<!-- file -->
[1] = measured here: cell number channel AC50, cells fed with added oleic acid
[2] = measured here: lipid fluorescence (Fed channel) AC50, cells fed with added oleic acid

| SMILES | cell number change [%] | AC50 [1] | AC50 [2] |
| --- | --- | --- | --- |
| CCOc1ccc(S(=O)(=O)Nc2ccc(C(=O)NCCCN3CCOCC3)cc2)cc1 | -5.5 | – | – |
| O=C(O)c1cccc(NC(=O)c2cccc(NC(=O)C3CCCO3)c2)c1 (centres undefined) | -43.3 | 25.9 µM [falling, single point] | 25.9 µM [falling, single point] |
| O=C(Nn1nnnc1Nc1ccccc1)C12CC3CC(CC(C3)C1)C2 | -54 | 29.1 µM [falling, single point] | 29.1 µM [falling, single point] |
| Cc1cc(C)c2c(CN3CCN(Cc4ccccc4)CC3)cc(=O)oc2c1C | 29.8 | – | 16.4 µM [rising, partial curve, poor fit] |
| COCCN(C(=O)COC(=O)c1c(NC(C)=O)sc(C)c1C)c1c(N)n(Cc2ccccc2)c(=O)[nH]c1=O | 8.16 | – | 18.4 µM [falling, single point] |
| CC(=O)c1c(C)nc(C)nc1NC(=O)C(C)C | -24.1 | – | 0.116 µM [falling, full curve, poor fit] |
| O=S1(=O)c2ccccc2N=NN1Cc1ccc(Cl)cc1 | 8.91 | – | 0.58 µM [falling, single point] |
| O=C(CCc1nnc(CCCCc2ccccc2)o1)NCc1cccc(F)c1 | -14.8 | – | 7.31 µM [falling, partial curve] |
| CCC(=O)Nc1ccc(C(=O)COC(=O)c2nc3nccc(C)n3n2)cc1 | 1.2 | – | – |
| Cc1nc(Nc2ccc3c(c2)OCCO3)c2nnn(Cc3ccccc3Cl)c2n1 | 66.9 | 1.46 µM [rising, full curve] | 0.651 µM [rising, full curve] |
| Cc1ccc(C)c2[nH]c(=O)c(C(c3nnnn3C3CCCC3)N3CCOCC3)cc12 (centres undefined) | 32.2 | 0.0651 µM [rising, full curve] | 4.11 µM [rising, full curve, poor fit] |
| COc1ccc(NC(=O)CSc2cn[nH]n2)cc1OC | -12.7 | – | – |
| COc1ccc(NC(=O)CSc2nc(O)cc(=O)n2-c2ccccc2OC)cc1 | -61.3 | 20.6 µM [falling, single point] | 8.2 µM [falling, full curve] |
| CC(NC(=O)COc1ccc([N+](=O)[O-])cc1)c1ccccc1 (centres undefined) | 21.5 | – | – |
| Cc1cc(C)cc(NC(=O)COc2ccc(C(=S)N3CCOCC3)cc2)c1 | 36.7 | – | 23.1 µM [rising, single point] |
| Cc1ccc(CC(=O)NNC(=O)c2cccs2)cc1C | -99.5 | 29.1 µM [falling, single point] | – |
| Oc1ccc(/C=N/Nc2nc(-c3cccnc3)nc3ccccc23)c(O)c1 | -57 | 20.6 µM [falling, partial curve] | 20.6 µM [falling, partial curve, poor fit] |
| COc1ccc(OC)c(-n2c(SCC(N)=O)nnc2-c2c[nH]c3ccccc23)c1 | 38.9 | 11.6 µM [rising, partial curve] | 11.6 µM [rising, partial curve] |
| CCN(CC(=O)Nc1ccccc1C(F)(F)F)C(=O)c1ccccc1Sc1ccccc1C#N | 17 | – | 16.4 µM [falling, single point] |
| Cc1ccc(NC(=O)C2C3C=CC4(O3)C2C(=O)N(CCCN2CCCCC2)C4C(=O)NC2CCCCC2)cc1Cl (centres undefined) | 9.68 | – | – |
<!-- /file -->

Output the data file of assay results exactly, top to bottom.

[1] = measured here: cell number channel AC50, cells fed with added oleic acid
[2] = measured here: lipid fluorescence (Fed channel) AC50, cells fed with added oleic acid

| SMILES | cell number change [%] | AC50 [1] | AC50 [2] |
| --- | --- | --- | --- |
| CCOc1ccc(S(=O)(=O)Nc2ccc(C(=O)NCCCN3CCOCC3)cc2)cc1 | -5.5 | – | – |
| O=C(O)c1cccc(NC(=O)c2cccc(NC(=O)C3CCCO3)c2)c1 (centres undefined) | -43.3 | 25.9 µM [falling, single point] | 25.9 µM [falling, single point] |
| O=C(Nn1nnnc1Nc1ccccc1)C12CC3CC(CC(C3)C1)C2 | -54 | 29.1 µM [falling, single point] | 29.1 µM [falling, single point] |
| Cc1cc(C)c2c(CN3CCN(Cc4ccccc4)CC3)cc(=O)oc2c1C | 29.8 | – | 16.4 µM [rising, partial curve, poor fit] |
| COCCN(C(=O)COC(=O)c1c(NC(C)=O)sc(C)c1C)c1c(N)n(Cc2ccccc2)c(=O)[nH]c1=O | 8.16 | – | 18.4 µM [falling, single point] |
| CC(=O)c1c(C)nc(C)nc1NC(=O)C(C)C | -24.1 | – | 0.116 µM [falling, full curve, poor fit] |
| O=S1(=O)c2ccccc2N=NN1Cc1ccc(Cl)cc1 | 8.91 | – | 0.58 µM [falling, single point] |
| O=C(CCc1nnc(CCCCc2ccccc2)o1)NCc1cccc(F)c1 | -14.8 | – | 7.31 µM [falling, partial curve] |
| CCC(=O)Nc1ccc(C(=O)COC(=O)c2nc3nccc(C)n3n2)cc1 | 1.2 | – | – |
| Cc1nc(Nc2ccc3c(c2)OCCO3)c2nnn(Cc3ccccc3Cl)c2n1 | 66.9 | 1.46 µM [rising, full curve] | 0.651 µM [rising, full curve] |
| Cc1ccc(C)c2[nH]c(=O)c(C(c3nnnn3C3CCCC3)N3CCOCC3)cc12 (centres undefined) | 32.2 | 0.0651 µM [rising, full curve] | 4.11 µM [rising, full curve, poor fit] |
| COc1ccc(NC(=O)CSc2cn[nH]n2)cc1OC | -12.7 | – | – |
| COc1ccc(NC(=O)CSc2nc(O)cc(=O)n2-c2ccccc2OC)cc1 | -61.3 | 20.6 µM [falling, single point] | 8.2 µM [falling, full curve] |
| CC(NC(=O)COc1ccc([N+](=O)[O-])cc1)c1ccccc1 (centres undefined) | 21.5 | – | – |
| Cc1cc(C)cc(NC(=O)COc2ccc(C(=S)N3CCOCC3)cc2)c1 | 36.7 | – | 23.1 µM [rising, single point] |
| Cc1ccc(CC(=O)NNC(=O)c2cccs2)cc1C | -99.5 | 29.1 µM [falling, single point] | – |
| Oc1ccc(/C=N/Nc2nc(-c3cccnc3)nc3ccccc23)c(O)c1 | -57 | 20.6 µM [falling, partial curve] | 20.6 µM [falling, partial curve, poor fit] |
| COc1ccc(OC)c(-n2c(SCC(N)=O)nnc2-c2c[nH]c3ccccc23)c1 | 38.9 | 11.6 µM [rising, partial curve] | 11.6 µM [rising, partial curve] |
| CCN(CC(=O)Nc1ccccc1C(F)(F)F)C(=O)c1ccccc1Sc1ccccc1C#N | 17 | – | 16.4 µM [falling, single point] |
| Cc1ccc(NC(=O)C2C3C=CC4(O3)C2C(=O)N(CCCN2CCCCC2)C4C(=O)NC2CCCCC2)cc1Cl (centres undefined) | 9.68 | – | – |